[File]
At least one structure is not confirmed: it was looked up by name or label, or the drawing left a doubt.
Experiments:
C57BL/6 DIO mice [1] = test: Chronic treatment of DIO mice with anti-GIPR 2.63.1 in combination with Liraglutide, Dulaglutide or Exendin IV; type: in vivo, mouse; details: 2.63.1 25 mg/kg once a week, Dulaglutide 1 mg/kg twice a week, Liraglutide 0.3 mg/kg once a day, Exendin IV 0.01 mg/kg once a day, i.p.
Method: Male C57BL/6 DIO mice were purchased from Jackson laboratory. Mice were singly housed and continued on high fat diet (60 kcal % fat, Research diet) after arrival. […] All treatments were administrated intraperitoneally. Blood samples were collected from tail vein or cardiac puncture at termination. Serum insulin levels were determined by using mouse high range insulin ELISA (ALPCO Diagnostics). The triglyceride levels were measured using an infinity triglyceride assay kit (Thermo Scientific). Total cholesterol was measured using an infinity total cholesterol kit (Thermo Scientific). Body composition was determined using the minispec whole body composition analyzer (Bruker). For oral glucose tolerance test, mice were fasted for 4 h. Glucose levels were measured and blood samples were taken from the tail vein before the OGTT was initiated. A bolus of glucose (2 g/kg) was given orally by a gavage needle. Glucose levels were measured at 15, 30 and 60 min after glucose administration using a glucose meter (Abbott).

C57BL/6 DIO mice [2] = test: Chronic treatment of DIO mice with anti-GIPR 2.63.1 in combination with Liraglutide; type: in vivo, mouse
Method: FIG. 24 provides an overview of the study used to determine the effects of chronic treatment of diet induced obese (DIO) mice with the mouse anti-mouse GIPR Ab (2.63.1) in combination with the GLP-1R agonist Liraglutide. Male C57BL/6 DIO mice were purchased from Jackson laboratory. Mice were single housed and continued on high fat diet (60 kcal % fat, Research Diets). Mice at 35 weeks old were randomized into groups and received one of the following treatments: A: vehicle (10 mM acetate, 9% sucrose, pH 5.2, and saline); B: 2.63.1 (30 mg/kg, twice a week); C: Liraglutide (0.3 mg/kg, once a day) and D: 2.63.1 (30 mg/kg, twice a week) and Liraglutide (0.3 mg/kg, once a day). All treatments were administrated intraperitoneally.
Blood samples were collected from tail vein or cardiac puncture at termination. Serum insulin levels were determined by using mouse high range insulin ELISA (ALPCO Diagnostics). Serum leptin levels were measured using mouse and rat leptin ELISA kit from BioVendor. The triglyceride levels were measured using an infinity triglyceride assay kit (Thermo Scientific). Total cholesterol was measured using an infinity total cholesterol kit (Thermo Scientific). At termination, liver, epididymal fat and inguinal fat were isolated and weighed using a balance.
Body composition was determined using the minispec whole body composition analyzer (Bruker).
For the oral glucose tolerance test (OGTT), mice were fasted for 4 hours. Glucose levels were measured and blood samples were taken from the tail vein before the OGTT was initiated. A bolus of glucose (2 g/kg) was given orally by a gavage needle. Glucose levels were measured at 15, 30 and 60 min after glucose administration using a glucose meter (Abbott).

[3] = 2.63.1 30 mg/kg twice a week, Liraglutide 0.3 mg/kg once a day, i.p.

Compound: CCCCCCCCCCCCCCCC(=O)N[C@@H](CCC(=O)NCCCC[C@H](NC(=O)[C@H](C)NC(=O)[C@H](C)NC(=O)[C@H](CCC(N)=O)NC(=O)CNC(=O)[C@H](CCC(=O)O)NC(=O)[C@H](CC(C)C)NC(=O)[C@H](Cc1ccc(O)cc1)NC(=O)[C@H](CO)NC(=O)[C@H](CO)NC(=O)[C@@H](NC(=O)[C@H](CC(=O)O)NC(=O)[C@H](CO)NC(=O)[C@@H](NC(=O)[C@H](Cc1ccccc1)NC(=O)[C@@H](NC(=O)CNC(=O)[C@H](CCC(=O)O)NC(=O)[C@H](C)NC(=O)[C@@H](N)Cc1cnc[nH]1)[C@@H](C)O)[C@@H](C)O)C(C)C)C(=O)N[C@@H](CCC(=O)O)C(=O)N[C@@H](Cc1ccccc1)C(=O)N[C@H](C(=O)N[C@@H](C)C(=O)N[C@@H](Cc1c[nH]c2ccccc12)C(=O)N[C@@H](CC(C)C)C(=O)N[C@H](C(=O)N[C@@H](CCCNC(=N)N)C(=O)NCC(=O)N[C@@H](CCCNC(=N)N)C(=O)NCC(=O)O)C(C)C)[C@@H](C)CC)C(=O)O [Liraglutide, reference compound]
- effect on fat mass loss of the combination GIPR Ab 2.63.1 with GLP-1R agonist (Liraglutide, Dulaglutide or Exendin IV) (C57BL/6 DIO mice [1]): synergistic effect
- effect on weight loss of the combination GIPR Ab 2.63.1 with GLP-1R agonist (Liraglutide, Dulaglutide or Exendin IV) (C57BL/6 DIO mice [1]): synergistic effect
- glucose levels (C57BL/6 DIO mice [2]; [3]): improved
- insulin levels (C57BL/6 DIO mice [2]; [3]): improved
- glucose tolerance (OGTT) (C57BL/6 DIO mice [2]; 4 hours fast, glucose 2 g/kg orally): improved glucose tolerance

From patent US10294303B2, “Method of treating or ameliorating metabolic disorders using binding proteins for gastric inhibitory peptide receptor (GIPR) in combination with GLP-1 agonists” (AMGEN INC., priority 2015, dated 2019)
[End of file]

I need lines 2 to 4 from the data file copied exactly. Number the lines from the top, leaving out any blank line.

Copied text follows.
Experiments:
C57BL/6 DIO mice [1] = test: Chronic treatment of DIO mice with anti-GIPR 2.63.1 in combination with Liraglutide, Dulaglutide or Exendin IV; type: in vivo, mouse; details: 2.63.1 25 mg/kg once a week, Dulaglutide 1 mg/kg twice a week, Liraglutide 0.3 mg/kg once a day, Exendin IV 0.01 mg/kg once a day, i.p.
Method: Male C57BL/6 DIO mice were purchased from Jackson laboratory. Mice were singly housed and continued on high fat diet (60 kcal % fat, Research diet) after arrival. […] All treatments were administrated intraperitoneally. Blood samples were collected from tail vein or cardiac puncture at termination. Serum insulin levels were determined by using mouse high range insulin ELISA (ALPCO Diagnostics). The triglyceride levels were measured using an infinity triglyceride assay kit (Thermo Scientific). Total cholesterol was measured using an infinity total cholesterol kit (Thermo Scientific). Body composition was determined using the minispec whole body composition analyzer (Bruker). For oral glucose tolerance test, mice were fasted for 4 h. Glucose levels were measured and blood samples were taken from the tail vein before the OGTT was initiated. A bolus of glucose (2 g/kg) was given orally by a gavage needle. Glucose levels were measured at 15, 30 and 60 min after glucose administration using a glucose meter (Abbott).